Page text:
International Women’s Day has dawned bright and sunny in San Miguel. I am choosing to interpret that as a sign of a more positive year ahead for women than the one just behind us.
This year, I want to reflect on just a few of the recent news stories that relate to women’s equality in Ontario, Canada and across the globe.
Just six countries
A recently released report from the World Bank examined 35 indicators of legal equality (such things as property ownership, inheritance laws, job protections, pension policies, rules related to marriage, movement and travel, pay equity and personal safety) in 187 countries.
What did the study find? In just six countries — Belgium, Denmark, France, Latvia, Luxembourg and Sweden – are women and men legally equal, meaning women have all the same opportunities as men and there are legislative protections such as equal pay and parental leave in place to promote gender parity.
The good news is that this is an increase from zero countries in 2009; but overall the report notes that women around the world have only three-quarters of the legal rights of men.
For all of Justin Trudeau’s lauding of Canada as an upholder of women’s equality and rights, Canada did not score 100 on this survey. With a score of 97.50, we were high on the list, ranking ahead of the United States, with a mark of 83.75.
Countries in sub-Saharan Africa had made the greatest strides towards women’s equality over the past decade.
Lowest scoring countries, from the bottom up, will come as no surprise: Saudi Arabia (25.63), United Arab Emirates and Sudan (both at 29.38).
The Ford nation continues to exclude women
The impact of Doug Ford’s government on women’s equality; in particular, on violence against women, continues to loom large.
In late February, the Ministry of the Attorney General (MAG) announced that funding levels for victim service programs – including those aimed at survivors of gender-based violence – will be maintained at the same level for the next fiscal year. Community-based sexual assault centres will receive a one-time infusion of $1 million to address long-standing underfunding.
This might sound like good news, but it is not. In 2018, the Liberal provincial government’s budget introduced a gender-based violence action plan, with long-term dollars attached for many programs and services.
One such program, the Family Court Support Worker Program, has been underfunded since its inception in 2011. It was promised money in the GBA action plan, but that money has not materialized and was not part of the recent announcement.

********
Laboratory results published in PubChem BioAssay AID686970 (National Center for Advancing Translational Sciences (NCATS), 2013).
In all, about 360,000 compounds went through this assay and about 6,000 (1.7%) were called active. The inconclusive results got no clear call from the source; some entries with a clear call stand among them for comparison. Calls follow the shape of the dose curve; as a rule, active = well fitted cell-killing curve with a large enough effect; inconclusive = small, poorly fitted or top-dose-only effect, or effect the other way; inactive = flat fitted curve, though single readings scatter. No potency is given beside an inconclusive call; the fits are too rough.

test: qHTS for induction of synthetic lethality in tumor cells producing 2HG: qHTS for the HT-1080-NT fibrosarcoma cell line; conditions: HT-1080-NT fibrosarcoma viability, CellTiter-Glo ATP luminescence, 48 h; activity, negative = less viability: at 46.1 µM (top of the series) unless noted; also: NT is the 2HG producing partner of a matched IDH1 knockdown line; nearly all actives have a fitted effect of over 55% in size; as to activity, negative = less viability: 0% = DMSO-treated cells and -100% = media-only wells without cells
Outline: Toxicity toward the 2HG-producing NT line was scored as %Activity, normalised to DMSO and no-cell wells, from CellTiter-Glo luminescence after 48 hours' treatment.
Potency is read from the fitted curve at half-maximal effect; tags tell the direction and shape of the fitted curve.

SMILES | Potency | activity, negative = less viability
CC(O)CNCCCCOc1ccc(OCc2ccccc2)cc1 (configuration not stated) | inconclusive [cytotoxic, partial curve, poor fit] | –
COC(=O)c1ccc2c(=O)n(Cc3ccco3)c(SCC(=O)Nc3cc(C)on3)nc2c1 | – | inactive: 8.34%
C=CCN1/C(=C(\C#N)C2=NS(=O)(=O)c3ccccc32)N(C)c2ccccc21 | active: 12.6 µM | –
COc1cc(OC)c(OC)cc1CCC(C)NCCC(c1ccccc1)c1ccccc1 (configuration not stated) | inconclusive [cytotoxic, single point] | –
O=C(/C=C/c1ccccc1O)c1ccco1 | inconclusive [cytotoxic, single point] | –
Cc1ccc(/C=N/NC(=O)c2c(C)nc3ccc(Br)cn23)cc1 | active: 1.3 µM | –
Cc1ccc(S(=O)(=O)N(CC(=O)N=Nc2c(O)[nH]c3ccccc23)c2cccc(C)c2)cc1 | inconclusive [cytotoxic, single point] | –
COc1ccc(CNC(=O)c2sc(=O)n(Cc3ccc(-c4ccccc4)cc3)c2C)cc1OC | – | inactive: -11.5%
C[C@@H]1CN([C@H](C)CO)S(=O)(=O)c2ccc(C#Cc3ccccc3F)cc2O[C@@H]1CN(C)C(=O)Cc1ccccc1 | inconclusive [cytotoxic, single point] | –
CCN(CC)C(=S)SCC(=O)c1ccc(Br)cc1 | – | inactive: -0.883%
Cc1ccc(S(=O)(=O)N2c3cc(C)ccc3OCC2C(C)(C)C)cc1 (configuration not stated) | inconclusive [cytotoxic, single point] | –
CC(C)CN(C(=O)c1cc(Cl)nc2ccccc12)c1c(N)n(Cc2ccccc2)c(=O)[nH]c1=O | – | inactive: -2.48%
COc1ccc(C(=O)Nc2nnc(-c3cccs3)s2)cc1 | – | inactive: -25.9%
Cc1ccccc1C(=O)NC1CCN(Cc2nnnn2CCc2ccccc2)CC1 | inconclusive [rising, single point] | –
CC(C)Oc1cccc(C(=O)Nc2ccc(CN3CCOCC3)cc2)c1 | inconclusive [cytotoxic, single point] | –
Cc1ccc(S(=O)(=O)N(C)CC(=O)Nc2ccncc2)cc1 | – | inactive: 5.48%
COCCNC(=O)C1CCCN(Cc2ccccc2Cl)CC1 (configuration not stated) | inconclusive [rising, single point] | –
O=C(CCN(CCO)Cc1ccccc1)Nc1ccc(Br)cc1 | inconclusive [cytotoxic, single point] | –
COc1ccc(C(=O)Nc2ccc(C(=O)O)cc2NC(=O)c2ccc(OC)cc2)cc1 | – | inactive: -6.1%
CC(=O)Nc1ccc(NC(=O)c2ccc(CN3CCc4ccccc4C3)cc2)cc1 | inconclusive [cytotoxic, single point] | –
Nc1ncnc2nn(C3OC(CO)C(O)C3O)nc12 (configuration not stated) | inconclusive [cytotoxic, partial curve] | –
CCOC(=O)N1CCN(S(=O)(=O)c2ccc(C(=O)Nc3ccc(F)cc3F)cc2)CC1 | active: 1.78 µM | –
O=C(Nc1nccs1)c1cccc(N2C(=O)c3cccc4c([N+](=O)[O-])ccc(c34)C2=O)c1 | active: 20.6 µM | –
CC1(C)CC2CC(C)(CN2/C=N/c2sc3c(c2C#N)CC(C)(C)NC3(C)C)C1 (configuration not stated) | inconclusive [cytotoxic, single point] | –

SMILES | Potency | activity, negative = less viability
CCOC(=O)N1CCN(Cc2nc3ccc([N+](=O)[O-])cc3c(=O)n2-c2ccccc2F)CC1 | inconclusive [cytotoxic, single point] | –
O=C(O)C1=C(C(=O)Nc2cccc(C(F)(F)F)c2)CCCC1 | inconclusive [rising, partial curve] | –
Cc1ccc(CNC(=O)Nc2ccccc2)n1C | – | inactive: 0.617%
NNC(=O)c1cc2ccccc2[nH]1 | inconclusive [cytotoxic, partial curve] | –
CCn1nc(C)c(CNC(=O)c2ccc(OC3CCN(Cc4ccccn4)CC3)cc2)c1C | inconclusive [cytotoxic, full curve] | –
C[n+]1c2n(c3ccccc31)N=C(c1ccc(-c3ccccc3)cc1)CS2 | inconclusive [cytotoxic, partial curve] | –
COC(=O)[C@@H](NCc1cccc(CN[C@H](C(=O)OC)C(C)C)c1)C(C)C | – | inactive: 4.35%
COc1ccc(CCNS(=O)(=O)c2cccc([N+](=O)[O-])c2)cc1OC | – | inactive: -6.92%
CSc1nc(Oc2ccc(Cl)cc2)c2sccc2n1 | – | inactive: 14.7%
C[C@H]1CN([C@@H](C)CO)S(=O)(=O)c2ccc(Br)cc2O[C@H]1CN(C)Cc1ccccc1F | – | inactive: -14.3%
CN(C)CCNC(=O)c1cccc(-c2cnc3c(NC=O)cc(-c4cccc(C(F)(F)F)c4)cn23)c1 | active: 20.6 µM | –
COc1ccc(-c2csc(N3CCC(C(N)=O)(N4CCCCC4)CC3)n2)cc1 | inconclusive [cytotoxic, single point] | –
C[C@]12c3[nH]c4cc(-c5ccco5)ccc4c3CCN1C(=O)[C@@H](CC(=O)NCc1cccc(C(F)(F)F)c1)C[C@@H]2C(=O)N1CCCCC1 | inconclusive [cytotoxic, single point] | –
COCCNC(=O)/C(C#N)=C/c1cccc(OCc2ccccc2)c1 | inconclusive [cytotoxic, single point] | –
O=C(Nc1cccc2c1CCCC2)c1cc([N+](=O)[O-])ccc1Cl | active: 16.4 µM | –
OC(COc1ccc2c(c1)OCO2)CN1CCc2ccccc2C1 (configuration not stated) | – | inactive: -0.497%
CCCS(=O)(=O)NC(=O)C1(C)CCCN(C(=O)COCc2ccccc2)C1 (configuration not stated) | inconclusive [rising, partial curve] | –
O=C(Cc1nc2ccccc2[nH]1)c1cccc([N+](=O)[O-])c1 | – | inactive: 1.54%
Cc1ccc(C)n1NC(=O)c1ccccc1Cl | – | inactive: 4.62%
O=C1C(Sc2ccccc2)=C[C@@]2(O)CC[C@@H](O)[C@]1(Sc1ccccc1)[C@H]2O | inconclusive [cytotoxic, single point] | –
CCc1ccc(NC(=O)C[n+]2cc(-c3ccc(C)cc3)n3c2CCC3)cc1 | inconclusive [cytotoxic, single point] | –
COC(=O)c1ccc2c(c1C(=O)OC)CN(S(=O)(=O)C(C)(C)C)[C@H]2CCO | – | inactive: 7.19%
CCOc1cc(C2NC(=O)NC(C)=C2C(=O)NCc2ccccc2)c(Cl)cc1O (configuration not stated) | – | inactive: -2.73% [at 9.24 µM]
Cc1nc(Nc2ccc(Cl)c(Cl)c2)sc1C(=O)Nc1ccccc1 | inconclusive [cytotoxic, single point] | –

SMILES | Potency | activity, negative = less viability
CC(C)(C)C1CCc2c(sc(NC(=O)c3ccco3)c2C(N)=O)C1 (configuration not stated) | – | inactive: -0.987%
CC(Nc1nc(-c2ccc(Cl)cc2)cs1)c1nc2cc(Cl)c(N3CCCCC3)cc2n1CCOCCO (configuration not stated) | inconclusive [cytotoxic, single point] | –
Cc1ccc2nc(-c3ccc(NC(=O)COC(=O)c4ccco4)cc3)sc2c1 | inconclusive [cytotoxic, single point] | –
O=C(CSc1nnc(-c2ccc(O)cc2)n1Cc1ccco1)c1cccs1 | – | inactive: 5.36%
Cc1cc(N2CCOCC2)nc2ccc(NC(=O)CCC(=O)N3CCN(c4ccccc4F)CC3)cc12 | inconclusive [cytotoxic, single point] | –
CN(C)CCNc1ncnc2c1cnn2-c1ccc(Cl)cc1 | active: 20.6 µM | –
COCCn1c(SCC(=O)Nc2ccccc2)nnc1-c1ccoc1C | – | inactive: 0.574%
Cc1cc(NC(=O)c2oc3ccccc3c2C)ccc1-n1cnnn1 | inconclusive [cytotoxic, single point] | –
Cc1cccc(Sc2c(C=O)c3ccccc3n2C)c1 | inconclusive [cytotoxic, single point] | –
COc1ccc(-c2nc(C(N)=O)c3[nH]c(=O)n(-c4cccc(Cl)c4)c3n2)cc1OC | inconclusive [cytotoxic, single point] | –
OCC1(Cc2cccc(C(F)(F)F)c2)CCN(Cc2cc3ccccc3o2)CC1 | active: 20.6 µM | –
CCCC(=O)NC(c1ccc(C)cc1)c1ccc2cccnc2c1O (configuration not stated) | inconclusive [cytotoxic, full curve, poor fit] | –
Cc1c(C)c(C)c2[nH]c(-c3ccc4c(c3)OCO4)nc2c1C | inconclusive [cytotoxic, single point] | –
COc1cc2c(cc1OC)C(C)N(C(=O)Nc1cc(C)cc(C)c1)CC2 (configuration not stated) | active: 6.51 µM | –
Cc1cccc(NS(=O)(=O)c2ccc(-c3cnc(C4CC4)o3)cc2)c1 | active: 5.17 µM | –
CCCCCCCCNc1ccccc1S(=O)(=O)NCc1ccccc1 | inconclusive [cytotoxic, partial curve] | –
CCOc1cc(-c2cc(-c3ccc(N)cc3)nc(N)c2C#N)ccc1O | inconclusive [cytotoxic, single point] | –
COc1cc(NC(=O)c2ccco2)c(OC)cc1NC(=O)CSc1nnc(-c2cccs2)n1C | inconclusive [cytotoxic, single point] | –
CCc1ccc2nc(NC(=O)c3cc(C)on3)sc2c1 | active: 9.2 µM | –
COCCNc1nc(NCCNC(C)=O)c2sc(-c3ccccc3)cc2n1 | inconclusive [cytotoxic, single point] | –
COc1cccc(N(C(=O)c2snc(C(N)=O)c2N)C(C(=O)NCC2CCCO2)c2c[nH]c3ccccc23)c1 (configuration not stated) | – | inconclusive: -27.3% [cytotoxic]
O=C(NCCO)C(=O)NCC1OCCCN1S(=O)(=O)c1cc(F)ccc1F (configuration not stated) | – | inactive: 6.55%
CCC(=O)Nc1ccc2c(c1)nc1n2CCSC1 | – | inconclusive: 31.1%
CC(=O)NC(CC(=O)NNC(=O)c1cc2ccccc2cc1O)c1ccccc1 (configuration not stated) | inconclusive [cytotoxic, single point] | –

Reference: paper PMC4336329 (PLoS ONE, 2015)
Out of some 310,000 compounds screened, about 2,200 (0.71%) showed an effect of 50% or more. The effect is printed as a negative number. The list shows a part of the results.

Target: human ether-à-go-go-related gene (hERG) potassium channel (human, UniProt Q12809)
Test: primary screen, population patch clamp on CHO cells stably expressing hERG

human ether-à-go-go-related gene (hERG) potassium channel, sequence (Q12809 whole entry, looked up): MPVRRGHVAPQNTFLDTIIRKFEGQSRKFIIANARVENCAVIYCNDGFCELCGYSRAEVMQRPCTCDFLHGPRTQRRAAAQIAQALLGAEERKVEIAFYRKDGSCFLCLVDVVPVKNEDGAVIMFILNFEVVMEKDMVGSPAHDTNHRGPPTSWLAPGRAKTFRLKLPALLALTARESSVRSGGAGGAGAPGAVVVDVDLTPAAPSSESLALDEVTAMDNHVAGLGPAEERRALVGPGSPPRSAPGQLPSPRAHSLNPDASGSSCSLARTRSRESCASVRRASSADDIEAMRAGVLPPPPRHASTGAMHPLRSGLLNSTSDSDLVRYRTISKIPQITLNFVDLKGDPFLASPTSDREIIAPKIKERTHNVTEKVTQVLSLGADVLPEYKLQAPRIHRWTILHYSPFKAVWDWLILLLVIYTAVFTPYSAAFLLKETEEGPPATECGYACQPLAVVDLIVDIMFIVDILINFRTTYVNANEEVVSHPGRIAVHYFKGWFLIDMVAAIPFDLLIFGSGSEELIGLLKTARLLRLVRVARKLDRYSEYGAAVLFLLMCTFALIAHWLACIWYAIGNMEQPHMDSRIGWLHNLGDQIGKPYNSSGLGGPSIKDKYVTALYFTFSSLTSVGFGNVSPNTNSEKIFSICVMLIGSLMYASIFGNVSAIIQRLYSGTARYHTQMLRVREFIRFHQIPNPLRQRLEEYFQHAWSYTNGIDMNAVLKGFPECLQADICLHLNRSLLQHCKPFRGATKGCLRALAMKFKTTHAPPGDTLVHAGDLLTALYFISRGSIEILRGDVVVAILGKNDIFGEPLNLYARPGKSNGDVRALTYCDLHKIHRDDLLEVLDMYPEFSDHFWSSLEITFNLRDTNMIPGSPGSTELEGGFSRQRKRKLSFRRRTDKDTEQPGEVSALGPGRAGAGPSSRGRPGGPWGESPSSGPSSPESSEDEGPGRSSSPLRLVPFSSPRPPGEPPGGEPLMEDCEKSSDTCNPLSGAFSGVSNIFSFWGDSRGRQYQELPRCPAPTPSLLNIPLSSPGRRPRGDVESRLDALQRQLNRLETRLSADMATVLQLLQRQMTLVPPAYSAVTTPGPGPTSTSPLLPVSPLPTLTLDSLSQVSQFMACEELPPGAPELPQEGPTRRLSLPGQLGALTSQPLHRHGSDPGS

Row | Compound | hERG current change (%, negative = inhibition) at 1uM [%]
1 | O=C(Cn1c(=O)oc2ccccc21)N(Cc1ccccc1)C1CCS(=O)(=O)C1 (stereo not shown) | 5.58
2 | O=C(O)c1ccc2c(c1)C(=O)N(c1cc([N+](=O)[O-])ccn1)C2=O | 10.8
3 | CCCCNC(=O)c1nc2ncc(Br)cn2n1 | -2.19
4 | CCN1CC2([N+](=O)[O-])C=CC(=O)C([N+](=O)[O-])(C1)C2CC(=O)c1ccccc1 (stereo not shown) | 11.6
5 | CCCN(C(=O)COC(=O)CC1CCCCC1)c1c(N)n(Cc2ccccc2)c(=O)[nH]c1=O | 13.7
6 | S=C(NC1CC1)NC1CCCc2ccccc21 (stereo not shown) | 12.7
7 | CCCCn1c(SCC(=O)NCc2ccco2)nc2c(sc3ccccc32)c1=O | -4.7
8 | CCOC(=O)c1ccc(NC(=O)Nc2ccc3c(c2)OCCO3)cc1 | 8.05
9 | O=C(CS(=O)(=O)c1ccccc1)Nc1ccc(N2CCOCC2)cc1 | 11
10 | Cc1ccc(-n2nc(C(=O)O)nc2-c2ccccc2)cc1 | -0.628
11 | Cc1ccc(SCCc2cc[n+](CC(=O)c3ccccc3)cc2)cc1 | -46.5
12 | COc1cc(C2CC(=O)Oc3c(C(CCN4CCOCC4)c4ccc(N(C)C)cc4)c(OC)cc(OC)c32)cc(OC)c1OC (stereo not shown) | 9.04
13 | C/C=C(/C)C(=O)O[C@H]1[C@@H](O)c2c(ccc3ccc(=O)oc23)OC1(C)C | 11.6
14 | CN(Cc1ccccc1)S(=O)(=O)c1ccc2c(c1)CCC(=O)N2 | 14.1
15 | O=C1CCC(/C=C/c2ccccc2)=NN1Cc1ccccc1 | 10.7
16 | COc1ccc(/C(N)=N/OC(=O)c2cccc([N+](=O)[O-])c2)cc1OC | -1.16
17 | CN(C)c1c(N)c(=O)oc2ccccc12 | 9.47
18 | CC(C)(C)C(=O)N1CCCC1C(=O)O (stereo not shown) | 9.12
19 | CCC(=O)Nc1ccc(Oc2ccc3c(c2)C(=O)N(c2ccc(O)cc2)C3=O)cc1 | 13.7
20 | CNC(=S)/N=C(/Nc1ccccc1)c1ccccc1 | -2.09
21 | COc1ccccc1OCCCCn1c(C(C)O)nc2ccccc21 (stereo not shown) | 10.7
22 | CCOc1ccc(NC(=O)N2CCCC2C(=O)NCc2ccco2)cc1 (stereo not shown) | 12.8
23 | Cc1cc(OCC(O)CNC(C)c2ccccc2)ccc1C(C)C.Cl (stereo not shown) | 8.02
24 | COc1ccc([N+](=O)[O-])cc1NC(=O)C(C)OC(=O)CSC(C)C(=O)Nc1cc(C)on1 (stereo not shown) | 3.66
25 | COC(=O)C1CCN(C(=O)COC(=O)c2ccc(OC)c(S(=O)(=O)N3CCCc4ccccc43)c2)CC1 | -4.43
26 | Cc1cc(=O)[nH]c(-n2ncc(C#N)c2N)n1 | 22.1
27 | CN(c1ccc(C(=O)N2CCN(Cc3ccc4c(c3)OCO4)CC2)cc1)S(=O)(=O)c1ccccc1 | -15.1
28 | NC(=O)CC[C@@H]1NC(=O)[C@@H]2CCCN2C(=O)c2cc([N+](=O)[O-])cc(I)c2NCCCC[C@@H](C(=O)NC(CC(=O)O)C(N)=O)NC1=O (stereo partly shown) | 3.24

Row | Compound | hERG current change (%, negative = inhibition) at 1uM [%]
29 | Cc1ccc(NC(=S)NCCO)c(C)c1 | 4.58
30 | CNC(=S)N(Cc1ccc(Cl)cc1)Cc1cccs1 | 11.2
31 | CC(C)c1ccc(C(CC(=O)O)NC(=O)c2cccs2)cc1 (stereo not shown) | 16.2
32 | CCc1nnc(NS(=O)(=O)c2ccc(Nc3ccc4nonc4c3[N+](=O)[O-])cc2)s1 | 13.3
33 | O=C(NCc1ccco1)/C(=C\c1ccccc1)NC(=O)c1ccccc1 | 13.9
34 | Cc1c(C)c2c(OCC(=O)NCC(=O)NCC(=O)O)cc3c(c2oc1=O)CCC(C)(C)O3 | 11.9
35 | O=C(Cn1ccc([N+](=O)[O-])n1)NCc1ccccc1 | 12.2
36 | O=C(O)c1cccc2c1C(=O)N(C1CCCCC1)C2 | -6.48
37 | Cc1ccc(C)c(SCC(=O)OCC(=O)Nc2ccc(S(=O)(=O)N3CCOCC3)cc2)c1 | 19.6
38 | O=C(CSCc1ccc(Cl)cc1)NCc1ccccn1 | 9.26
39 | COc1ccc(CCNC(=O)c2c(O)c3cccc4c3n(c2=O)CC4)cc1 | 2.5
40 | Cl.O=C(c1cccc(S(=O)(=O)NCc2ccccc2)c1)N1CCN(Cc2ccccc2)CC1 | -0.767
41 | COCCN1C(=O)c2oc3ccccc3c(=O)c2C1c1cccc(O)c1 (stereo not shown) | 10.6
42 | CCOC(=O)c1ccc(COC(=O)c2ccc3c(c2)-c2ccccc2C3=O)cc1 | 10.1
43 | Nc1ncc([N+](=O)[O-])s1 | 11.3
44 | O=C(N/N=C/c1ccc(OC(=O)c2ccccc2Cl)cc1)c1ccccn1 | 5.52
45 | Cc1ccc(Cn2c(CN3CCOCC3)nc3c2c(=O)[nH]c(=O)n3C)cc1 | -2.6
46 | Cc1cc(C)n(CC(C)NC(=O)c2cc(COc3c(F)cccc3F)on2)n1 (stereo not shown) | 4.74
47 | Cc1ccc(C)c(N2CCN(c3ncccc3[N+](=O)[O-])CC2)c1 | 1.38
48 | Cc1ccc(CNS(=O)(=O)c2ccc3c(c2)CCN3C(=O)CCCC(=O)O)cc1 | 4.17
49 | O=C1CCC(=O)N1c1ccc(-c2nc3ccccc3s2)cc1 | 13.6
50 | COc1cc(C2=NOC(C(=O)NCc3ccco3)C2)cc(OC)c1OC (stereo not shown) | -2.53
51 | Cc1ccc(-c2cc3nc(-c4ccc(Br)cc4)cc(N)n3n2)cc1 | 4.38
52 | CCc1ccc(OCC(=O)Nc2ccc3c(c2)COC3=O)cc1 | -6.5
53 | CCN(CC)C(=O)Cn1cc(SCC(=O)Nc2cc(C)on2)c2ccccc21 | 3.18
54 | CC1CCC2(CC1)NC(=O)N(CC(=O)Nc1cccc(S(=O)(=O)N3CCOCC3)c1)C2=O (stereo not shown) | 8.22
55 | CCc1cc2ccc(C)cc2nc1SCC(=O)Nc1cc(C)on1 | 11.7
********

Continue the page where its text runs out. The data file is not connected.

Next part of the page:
The Ontario Coalition of Rape Crisis Centres noted, while acknowledging its appreciation for this one-time funding, that it
“will not fundamentally shift the reality of wait times . . . We also note that other victim services under the Ministry of the Attorney General portfolio will receive no funding increase.”
Perhaps of even greater concern is that MAG plans to use the next year to conduct a comprehensive review of all the victim services it funds, moving towards a more integrated and effective system by eliminating so-called duplication and overlap.
This is government-speak for forced amalgamations and spending cuts, which will have a serious and negative impact on the highly specialized services that are needed by survivors of gender-based violence.
The national picture
Many of us continue to celebrate Jody Wilson-Raybould’s courageous and dignified appearance in front of the Justice Committee, in which she spoke truth to power. This week, Treasury Board President Jane Philpott resigned from her cabinet position, saying that under the present circumstances relating to SNC-Lavalin “it is untenable for me to continue.” She also said:
“There can be a cost to acting on one’s principles, but there is a bigger cost to abandoning them.”
Another woman Liberal MP, Celina Caesar-Chevannes, announced last Saturday that she will not be seeking re-election in the fall. Following Philpott’s resignation, she tweeted:
“When you add women, please do not expect the status quo. Expect us to make correct decisions, stand for what is right and exit when values are compromised.”
Looks like Canada’s first (self-proclaimed) feminist Prime Minister has a bit of a mess on his hands.
And around the world
Ten women’s rights activists in Saudi Arabia have been detained since last June because it is alleged their aim was to undermine “the kingdom’s security, stability and national unity.” They were arrested just as the country gained international acclaim for its decision to allow women to drive.
According to Amnesty International, the women have been tortured, including sexually, throughout their detention. Lynn Maalouf, Amnesty’s Middle East Research Director recently said:
The Pope, under intense scrutiny for his action (or lack thereof) on sexual abuse by priests, bishops and cardinals, organized a Vatican summit on sexual abuse, to which survivors were invited. However, he has not won any new friends as a result: he failed to appear at a meeting set up between survivors and senior members of the Catholic church.
As Evelyn Korkmaz, a survivor of Canada’s residential schools system who went to the summit with the hope of persuading the Pope to issue an apology for the abuse directed at Indigenous children in Catholic-run residential schools, said:
There is lots to mourn and rage about on March 8, 2019.
As the PEN International Women’s Manifesto says:
So, along with our mourning and rage, let us make time today to celebrate our voices, knowledge and creativities, the successes we have helped create and those that we will create in the year to come.